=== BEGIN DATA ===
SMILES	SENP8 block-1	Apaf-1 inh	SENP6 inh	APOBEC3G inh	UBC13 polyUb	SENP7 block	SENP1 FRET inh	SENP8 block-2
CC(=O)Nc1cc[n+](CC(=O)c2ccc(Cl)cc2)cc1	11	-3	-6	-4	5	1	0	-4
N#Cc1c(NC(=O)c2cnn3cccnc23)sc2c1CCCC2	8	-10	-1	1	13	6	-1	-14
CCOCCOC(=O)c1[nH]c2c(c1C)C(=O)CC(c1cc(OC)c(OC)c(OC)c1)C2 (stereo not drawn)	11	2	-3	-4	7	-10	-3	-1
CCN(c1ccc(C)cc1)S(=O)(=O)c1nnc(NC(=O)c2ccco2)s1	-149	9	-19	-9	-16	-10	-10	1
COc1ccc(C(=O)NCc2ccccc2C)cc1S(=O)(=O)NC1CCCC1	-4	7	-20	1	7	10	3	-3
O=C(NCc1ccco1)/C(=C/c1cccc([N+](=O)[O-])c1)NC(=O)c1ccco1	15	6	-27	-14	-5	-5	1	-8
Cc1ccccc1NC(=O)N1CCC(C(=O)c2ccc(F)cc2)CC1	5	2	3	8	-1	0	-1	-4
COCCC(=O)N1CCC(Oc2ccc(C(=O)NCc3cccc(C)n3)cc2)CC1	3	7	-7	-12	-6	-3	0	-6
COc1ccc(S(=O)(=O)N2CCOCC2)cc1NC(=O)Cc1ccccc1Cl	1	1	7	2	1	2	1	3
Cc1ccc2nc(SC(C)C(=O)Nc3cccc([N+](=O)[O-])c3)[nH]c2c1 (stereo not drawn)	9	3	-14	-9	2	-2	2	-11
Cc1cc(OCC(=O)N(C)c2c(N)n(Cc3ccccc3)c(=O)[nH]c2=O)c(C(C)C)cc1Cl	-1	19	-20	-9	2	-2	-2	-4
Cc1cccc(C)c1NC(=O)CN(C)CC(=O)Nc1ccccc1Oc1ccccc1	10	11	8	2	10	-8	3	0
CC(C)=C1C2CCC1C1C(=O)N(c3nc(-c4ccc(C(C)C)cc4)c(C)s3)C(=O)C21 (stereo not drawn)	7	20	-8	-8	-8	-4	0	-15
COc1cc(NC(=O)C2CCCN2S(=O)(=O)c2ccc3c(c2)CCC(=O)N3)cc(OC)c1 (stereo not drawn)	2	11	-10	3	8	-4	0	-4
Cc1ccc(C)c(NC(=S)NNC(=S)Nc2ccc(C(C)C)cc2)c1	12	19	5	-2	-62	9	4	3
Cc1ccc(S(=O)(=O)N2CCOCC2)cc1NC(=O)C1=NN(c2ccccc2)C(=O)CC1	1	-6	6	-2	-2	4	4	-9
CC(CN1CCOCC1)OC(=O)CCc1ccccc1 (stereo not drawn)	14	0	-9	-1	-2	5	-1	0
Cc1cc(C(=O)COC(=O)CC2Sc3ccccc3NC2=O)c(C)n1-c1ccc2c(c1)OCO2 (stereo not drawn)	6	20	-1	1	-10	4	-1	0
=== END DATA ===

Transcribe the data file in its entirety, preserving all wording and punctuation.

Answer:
SMILES	SENP8 block-1	Apaf-1 inh	SENP6 inh	APOBEC3G inh	UBC13 polyUb	SENP7 block	SENP1 FRET inh	SENP8 block-2
CC(=O)Nc1cc[n+](CC(=O)c2ccc(Cl)cc2)cc1	11	-3	-6	-4	5	1	0	-4
N#Cc1c(NC(=O)c2cnn3cccnc23)sc2c1CCCC2	8	-10	-1	1	13	6	-1	-14
CCOCCOC(=O)c1[nH]c2c(c1C)C(=O)CC(c1cc(OC)c(OC)c(OC)c1)C2 (stereo not drawn)	11	2	-3	-4	7	-10	-3	-1
CCN(c1ccc(C)cc1)S(=O)(=O)c1nnc(NC(=O)c2ccco2)s1	-149	9	-19	-9	-16	-10	-10	1
COc1ccc(C(=O)NCc2ccccc2C)cc1S(=O)(=O)NC1CCCC1	-4	7	-20	1	7	10	3	-3
O=C(NCc1ccco1)/C(=C/c1cccc([N+](=O)[O-])c1)NC(=O)c1ccco1	15	6	-27	-14	-5	-5	1	-8
Cc1ccccc1NC(=O)N1CCC(C(=O)c2ccc(F)cc2)CC1	5	2	3	8	-1	0	-1	-4
COCCC(=O)N1CCC(Oc2ccc(C(=O)NCc3cccc(C)n3)cc2)CC1	3	7	-7	-12	-6	-3	0	-6
COc1ccc(S(=O)(=O)N2CCOCC2)cc1NC(=O)Cc1ccccc1Cl	1	1	7	2	1	2	1	3
Cc1ccc2nc(SC(C)C(=O)Nc3cccc([N+](=O)[O-])c3)[nH]c2c1 (stereo not drawn)	9	3	-14	-9	2	-2	2	-11
Cc1cc(OCC(=O)N(C)c2c(N)n(Cc3ccccc3)c(=O)[nH]c2=O)c(C(C)C)cc1Cl	-1	19	-20	-9	2	-2	-2	-4
Cc1cccc(C)c1NC(=O)CN(C)CC(=O)Nc1ccccc1Oc1ccccc1	10	11	8	2	10	-8	3	0
CC(C)=C1C2CCC1C1C(=O)N(c3nc(-c4ccc(C(C)C)cc4)c(C)s3)C(=O)C21 (stereo not drawn)	7	20	-8	-8	-8	-4	0	-15
COc1cc(NC(=O)C2CCCN2S(=O)(=O)c2ccc3c(c2)CCC(=O)N3)cc(OC)c1 (stereo not drawn)	2	11	-10	3	8	-4	0	-4
Cc1ccc(C)c(NC(=S)NNC(=S)Nc2ccc(C(C)C)cc2)c1	12	19	5	-2	-62	9	4	3
Cc1ccc(S(=O)(=O)N2CCOCC2)cc1NC(=O)C1=NN(c2ccccc2)C(=O)CC1	1	-6	6	-2	-2	4	4	-9
CC(CN1CCOCC1)OC(=O)CCc1ccccc1 (stereo not drawn)	14	0	-9	-1	-2	5	-1	0
Cc1cc(C(=O)COC(=O)CC2Sc3ccccc3NC2=O)c(C)n1-c1ccc2c(c1)OCO2 (stereo not drawn)	6	20	-1	1	-10	4	-1	0